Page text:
Seattle’s Supreme La Rock is that rare breed of DJ who can go from the jet-set club scene one night to playing the rarest 45s the next . He got his start on the Seattle hip-hop scene as a member of the Incredicrew – their 1987 single “King in Def Poetry” caught them a nice buzz. A cameo on Sir Mix-A-Lot’s “My Posse’s on Broadway” didn’t hurt either – today it fetches upwards of $50 on eBay.
Since his early days in the music game, Supreme hasn’t stopped moving: he went on to start Conception Records, is a member of The Sharpshooters and, alongside Jake One, formed world-renowned record collectors, The Con Men.
Recently, Get on Down got a chance to talk to Supreme about what we had in our stable. One release that has always been near-and-dear to him is by Detroit quartet Power of Zeus. The group, originally called Gangrene, changed their name after signing with Motown subsidiary Rare Earth in 1970. The album, The Gospel According to Zeus, is a Holy Grail among record collectors particularly for the song “The Sorcerer of Isis.” We asked Supreme about finding this gem, and how he almost skipped over the song that would become the backbone of the mid-90s hip-hop sound.
I don’t recall the year but I know it was in the early ‘90s. The ‘digging’ craze was really starting to boom and anyone who was serious about producing was looking for the perfect samples and breaks. While most were still buying soul records with anyone with an afro on the cover, a small handful of heads knew the time and were scoping out all genres.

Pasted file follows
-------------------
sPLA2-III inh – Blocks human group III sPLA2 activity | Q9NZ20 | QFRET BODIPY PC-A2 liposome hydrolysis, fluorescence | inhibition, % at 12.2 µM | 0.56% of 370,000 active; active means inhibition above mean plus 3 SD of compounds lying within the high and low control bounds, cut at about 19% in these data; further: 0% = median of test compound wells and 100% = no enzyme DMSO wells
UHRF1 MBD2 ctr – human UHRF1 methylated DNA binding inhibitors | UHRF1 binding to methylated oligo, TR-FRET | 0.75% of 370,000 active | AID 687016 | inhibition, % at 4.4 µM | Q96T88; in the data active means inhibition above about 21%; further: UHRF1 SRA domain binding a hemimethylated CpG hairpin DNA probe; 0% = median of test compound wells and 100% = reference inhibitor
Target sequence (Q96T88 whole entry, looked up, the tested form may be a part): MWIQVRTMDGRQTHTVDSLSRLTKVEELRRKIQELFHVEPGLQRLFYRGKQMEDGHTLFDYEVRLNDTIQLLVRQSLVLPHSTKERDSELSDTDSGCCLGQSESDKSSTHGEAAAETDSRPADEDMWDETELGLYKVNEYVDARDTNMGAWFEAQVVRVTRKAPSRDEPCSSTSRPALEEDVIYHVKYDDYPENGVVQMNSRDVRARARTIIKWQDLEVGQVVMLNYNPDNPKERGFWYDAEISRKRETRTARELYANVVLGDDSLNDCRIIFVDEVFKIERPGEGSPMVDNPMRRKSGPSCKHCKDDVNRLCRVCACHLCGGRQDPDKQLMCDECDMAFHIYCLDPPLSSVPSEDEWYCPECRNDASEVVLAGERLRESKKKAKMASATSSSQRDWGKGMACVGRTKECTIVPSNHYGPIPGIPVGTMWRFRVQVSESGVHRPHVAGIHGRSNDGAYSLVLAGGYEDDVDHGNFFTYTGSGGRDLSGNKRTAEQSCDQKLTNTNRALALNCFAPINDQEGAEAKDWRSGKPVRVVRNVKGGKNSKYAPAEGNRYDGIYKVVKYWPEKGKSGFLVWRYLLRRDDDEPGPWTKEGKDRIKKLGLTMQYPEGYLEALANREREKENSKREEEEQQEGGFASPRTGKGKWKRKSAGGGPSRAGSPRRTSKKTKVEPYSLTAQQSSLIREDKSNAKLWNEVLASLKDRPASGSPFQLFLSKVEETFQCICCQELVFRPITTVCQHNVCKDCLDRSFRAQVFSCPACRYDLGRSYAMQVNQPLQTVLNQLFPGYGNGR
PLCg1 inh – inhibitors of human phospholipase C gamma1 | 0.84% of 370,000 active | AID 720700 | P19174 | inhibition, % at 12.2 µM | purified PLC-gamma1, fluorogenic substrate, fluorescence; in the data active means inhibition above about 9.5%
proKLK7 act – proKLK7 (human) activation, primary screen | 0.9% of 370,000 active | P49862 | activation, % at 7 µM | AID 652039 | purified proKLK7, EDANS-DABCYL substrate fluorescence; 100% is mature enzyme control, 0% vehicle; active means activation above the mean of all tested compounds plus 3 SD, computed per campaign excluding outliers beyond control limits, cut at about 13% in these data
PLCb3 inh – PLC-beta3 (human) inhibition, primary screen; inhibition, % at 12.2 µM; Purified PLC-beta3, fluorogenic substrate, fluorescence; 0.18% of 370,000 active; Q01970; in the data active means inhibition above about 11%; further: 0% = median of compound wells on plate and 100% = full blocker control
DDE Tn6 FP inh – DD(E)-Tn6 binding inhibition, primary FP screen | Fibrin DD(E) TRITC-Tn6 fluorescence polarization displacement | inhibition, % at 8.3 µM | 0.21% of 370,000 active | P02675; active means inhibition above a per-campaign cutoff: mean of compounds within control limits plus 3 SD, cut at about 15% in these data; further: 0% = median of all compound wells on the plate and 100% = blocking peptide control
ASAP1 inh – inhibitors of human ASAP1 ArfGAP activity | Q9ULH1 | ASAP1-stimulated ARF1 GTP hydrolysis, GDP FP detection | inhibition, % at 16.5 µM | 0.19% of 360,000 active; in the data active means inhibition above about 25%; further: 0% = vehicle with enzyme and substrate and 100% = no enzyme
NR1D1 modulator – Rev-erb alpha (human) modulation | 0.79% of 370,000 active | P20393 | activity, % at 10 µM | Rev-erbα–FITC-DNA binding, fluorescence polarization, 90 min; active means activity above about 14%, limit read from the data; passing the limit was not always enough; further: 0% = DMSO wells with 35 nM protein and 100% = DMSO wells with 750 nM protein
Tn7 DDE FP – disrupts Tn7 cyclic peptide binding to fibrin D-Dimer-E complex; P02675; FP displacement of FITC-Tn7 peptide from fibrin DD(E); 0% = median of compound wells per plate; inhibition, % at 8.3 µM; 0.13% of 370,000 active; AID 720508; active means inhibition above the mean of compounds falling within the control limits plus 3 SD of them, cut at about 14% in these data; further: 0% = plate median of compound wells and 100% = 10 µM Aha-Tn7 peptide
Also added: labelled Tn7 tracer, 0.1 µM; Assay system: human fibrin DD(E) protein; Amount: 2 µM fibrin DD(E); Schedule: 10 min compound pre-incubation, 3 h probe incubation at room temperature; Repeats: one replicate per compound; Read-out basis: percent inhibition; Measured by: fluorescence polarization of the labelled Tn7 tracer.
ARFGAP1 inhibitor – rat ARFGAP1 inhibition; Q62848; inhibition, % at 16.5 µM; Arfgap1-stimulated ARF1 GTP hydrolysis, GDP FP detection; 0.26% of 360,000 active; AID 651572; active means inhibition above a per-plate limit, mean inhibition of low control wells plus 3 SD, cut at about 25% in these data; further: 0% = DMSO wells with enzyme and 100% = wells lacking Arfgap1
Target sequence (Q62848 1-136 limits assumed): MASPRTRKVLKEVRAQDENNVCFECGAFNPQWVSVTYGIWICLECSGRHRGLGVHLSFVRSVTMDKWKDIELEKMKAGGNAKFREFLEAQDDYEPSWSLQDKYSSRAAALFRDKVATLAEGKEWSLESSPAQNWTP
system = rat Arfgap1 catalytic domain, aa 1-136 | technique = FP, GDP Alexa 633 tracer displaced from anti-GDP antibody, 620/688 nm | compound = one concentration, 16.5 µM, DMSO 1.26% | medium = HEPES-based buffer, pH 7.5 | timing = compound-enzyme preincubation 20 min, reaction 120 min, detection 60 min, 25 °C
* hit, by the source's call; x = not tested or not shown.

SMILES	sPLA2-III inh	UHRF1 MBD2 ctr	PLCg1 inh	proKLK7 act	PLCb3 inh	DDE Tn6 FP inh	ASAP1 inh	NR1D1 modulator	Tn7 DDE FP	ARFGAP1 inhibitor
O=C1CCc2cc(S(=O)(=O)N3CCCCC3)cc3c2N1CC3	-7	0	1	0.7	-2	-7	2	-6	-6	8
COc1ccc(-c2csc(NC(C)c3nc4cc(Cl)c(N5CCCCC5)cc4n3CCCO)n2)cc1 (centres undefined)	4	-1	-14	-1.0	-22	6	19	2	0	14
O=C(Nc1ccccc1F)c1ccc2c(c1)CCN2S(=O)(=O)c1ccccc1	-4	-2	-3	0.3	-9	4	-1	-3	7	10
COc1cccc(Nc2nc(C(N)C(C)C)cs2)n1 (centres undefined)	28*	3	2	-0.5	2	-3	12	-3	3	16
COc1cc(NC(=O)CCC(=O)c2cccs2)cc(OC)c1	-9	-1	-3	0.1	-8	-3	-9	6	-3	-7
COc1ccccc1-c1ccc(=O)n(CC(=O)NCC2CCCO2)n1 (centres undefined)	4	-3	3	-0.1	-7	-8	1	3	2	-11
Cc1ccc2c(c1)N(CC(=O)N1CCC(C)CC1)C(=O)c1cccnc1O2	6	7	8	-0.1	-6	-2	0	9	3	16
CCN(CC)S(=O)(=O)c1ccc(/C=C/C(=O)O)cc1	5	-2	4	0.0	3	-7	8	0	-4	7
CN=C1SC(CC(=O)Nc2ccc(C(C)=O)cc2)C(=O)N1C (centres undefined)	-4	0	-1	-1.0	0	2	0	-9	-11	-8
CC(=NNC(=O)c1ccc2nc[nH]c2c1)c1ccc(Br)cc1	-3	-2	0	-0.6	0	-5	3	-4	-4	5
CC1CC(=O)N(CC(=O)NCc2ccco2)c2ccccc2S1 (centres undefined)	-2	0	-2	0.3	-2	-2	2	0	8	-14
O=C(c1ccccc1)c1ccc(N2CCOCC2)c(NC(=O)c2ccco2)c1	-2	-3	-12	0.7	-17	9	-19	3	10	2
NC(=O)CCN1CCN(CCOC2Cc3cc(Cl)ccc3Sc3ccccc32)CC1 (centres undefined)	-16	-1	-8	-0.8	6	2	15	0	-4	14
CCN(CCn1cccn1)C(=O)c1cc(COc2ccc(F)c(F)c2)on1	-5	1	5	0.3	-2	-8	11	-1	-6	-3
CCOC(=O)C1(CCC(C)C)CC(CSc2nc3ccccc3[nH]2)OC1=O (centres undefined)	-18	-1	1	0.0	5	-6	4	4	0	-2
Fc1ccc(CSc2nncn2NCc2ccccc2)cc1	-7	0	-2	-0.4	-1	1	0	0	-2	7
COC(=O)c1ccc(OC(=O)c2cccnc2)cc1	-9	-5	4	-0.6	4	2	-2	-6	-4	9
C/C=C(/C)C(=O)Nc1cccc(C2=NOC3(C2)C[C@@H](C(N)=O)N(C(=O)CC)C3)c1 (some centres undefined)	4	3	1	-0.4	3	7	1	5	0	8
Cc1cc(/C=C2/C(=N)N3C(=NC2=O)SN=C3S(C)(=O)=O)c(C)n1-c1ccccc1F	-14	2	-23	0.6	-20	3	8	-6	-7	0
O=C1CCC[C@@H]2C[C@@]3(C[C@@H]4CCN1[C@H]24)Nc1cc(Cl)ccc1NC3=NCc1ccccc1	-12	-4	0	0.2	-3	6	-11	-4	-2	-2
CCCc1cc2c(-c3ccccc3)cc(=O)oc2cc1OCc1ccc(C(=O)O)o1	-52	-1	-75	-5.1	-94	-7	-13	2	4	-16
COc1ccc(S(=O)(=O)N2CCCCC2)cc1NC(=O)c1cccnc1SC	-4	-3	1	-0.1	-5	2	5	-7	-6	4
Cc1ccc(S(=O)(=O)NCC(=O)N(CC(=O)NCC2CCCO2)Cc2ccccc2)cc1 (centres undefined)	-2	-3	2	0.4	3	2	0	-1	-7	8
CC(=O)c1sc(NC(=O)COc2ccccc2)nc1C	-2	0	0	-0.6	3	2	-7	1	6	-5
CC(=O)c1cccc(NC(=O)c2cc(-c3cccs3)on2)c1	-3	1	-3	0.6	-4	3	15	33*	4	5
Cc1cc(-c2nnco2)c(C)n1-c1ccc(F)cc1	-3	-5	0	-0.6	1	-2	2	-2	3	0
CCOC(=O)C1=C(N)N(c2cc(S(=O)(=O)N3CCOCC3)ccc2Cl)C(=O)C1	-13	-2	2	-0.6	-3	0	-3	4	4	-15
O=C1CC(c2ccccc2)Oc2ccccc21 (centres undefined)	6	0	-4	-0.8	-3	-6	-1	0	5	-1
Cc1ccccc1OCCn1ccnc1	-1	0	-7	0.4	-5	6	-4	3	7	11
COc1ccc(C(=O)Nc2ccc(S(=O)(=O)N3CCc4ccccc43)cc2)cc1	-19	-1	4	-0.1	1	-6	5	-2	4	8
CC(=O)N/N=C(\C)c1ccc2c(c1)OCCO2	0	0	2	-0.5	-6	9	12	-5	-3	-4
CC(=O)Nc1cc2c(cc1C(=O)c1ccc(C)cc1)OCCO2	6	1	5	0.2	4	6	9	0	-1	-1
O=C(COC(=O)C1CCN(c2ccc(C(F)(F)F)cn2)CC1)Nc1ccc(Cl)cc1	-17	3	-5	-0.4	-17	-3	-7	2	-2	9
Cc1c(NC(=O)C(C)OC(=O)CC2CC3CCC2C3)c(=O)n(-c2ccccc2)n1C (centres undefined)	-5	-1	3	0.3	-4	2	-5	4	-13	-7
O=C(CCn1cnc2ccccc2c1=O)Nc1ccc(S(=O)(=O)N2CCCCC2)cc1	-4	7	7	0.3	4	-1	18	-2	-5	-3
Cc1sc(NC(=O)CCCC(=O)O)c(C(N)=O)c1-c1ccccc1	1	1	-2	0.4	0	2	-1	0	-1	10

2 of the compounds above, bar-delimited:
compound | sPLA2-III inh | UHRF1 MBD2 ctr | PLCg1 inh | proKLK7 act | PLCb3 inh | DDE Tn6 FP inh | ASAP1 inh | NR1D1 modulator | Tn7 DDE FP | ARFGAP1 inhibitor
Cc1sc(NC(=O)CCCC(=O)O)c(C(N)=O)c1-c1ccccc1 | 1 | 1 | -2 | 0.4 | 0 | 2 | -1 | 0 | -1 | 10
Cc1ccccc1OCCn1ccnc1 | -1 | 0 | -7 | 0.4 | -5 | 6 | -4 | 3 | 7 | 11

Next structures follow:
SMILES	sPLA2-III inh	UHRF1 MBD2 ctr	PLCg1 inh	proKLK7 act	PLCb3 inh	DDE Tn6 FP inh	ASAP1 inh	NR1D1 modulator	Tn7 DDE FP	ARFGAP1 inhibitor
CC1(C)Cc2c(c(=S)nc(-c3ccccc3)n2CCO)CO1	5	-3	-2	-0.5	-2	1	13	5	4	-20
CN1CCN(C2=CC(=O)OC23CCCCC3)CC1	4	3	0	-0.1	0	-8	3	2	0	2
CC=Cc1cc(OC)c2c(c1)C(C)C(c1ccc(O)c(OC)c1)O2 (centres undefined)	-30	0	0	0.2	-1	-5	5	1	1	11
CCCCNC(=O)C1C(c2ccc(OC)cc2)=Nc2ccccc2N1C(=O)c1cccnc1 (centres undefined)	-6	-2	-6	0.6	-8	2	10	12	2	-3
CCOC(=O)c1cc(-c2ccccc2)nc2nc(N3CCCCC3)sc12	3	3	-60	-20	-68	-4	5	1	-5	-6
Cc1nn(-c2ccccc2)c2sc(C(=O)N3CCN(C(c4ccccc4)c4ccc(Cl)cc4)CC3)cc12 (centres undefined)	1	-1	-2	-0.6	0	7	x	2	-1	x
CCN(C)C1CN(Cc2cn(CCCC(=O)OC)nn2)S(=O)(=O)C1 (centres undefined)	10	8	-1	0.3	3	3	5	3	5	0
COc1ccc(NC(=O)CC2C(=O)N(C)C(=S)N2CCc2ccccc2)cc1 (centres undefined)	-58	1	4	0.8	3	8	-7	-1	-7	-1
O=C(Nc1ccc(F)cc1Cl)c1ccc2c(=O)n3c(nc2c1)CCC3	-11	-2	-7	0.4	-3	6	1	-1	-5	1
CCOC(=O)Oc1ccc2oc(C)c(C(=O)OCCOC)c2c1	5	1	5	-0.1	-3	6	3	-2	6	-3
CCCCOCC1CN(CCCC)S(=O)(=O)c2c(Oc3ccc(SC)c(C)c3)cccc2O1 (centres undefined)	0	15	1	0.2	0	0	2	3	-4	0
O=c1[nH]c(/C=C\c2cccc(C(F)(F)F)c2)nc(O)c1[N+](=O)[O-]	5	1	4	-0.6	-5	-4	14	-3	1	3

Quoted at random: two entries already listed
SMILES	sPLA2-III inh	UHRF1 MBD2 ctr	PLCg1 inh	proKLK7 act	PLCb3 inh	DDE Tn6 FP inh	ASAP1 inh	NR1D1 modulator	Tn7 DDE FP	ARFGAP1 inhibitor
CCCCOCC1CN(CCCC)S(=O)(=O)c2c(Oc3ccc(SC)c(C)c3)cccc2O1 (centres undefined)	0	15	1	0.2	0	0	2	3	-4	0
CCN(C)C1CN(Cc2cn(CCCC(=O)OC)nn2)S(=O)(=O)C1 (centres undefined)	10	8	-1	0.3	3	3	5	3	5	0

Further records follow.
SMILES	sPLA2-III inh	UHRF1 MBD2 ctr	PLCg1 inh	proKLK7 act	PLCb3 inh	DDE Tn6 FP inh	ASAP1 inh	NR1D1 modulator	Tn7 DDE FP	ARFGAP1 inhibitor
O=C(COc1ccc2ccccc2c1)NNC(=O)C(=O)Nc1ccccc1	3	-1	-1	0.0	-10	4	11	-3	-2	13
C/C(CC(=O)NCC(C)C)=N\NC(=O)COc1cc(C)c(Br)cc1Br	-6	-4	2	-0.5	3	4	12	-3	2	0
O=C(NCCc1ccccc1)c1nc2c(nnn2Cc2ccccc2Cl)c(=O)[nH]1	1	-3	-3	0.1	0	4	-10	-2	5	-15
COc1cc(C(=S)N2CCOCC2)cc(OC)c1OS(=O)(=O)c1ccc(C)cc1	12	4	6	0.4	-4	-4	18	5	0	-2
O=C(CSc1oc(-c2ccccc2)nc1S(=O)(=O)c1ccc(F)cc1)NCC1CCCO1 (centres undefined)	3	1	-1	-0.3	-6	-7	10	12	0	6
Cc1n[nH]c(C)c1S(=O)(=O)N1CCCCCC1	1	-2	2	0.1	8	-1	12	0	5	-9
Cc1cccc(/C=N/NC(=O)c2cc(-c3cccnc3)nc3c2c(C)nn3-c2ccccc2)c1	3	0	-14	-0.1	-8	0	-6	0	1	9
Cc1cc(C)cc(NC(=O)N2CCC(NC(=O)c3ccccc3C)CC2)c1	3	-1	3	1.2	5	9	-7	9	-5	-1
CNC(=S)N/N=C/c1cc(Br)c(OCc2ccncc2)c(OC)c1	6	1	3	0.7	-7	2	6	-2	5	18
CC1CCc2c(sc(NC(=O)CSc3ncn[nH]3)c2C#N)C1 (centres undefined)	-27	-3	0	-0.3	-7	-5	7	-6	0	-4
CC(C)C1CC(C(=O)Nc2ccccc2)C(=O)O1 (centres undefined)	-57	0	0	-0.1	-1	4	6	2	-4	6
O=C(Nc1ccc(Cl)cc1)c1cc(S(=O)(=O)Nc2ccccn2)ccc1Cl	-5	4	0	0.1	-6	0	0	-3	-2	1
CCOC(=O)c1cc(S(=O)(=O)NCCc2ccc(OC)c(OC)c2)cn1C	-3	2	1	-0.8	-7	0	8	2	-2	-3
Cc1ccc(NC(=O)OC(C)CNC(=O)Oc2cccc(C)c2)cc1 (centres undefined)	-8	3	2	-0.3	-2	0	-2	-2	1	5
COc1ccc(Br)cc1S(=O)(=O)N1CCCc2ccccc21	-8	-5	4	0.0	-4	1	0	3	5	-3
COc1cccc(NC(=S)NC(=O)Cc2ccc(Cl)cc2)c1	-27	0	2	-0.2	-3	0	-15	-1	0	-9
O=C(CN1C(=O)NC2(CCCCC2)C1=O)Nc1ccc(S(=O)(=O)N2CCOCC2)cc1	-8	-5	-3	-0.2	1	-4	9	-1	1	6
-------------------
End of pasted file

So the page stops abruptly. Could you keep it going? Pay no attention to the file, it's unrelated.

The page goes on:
I had figured out early on that just about anything recorded in the early 1970s was funky, no matter what the genre was. I’d listen to the oldies station in the car and discovered countless drum breaks on rock records a lot of cats weren’t up on yet. I also heard things that had been sampled and figured out the source. It was a just another day of digging for me when I stumbled upon a crazy looking rock album called The Power of Zeus. I bought it on sight without hearing it for three reasons: it was a dollar, the cover art looked cool and it was on the Rare Earth label and I had other albums on that label. So, I decided to go for it. When I got home, I needle-dropped through the songs and didn’t hear much. I threw it in a stack and forgot about it.
A few months later a friend from New York called me to see if I could locate this crazy rock record with an incredible drum break on it called The Power of Zeus. He had heard it at a record show over the weekend when a dealer, John C., played it out-loud for the who’s who of the hip-hop community. I guess it really caused a stir. He described the record to me and I told him, yeah I had it already. He couldn’t believe I was already up on it. I told him I didn’t think it was that good and he could have my copy. But before sending it off, I decided to listen to it again.
I was floored this time around!!! Seems I skipped over the track ‘Sorcerer of Isis.’ I love that track even to this day. It had it all: hard-hitting snappy drums, psychedelic wrenching guitar riffs, and killer bass fills. After discovering this track I could understand what the frenzy was all about. I immediately went out that day and hit every record spot in town. I dug up three copies that day and have never seen another one since. That was close to 20 years ago!
And for anyone wanting The Power of Zeus, Get On Down just happens to have a stash of the reissue here.